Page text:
What if there were one thing we could do today to make it harder for the NSA and other intelligence agencies to eavesdrop on millions of people's email communications, without users having to change their habits at all?
There is. It's called STARTTLS for email, a standard for encrypting email communications. 2014 saw more and more email providers implementing it.
STARTTLS for email is described as server-to-server encryption, because it protects your email from eavesdroppers on the Internet, but not from your email provider, who runs the servers that send and receive your email. Server-to-server encryption is contrasted with end-to-end encryption like PGP and S/MIME, which additionally protect your email contents against snooping by your email provider. Both are valuable and we encourage the use of both.
The spread of server-to-server encryption is especially encouraging because it protects the metadata– who you speak with and when– that NSA collects even from Internet users suspected of no crime. As we and others have said before, the metadata is the message.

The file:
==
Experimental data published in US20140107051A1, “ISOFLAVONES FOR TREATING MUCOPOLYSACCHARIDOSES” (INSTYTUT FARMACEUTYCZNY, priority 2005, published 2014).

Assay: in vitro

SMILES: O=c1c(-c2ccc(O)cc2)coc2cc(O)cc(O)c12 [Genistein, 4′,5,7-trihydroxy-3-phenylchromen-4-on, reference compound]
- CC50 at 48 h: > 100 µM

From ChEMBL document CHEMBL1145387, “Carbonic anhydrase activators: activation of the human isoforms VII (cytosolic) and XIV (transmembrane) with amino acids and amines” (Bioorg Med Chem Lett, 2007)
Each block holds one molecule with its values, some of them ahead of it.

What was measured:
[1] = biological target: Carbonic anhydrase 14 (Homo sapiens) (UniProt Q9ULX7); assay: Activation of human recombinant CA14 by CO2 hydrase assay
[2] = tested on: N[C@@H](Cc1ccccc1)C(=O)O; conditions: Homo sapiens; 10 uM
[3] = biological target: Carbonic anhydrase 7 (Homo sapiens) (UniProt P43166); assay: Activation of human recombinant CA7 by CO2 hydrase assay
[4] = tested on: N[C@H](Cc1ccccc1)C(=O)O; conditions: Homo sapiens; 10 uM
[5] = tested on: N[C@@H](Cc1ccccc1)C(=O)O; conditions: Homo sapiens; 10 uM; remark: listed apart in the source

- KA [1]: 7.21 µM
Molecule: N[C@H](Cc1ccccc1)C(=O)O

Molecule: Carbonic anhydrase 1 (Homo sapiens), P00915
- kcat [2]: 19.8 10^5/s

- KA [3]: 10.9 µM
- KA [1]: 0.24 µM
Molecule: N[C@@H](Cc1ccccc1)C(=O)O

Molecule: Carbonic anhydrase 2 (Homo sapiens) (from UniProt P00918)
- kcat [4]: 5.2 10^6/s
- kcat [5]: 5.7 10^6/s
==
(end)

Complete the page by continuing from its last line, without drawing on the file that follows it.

A year ago, when we published the first Encrypt the Web report, only four of the eighteen companies we surveyed protected their email with STARTTLS encryption. Today, thanks in part to EFF's involvement, more than twice as many of those companies do, reflecting implementations from Amazon, Microsoft, Yahoo, Facebook, Twitter, and LinkedIn. You can check your own email provider at starttls.info.
Those implementations, and many more from providers not listed, are reflected in much higher observed rates of protected email. Gmail reports 77% of their outbound email is successfully encrypted with STARTTLS, and Facebook encrypts 95% of their outbound mail.
But STARTTLS does have its major weaknesses. The initial handshake is subject to downgrade attacks that remove the necessary flags, so we began work on the STARTTLS Everywhere project, to provide an out-of-band channel so servers know when not to downgrade. In November, we described reports of the downgrade attack in the wild, with at least two ISPs intercepting email connections to remove encryption. In the coming year, we will step up the pressure on ISPs to stop this sort of interference with their customers' data.
End-to-end email encryption also saw big news this year with Google announcing a browser extension to provide PGP encryption in Gmail, and Yahoo committed to adapt it for their own webmail product. PGP email has historically suffered from being difficult to use, but dedicated engineering resources from these companies, as well as community-funded free software projects like LEAP and Mailpile, promise to make end-to-end encryption easier in 2015.
This article is part of our Year In Review series; read other articles about the fight for digital rights in 2014. Like what you're reading? EFF is a member-supported nonprofit, powered by donations from individuals around the world. Join us today and defend free speech, privacy, and innovation.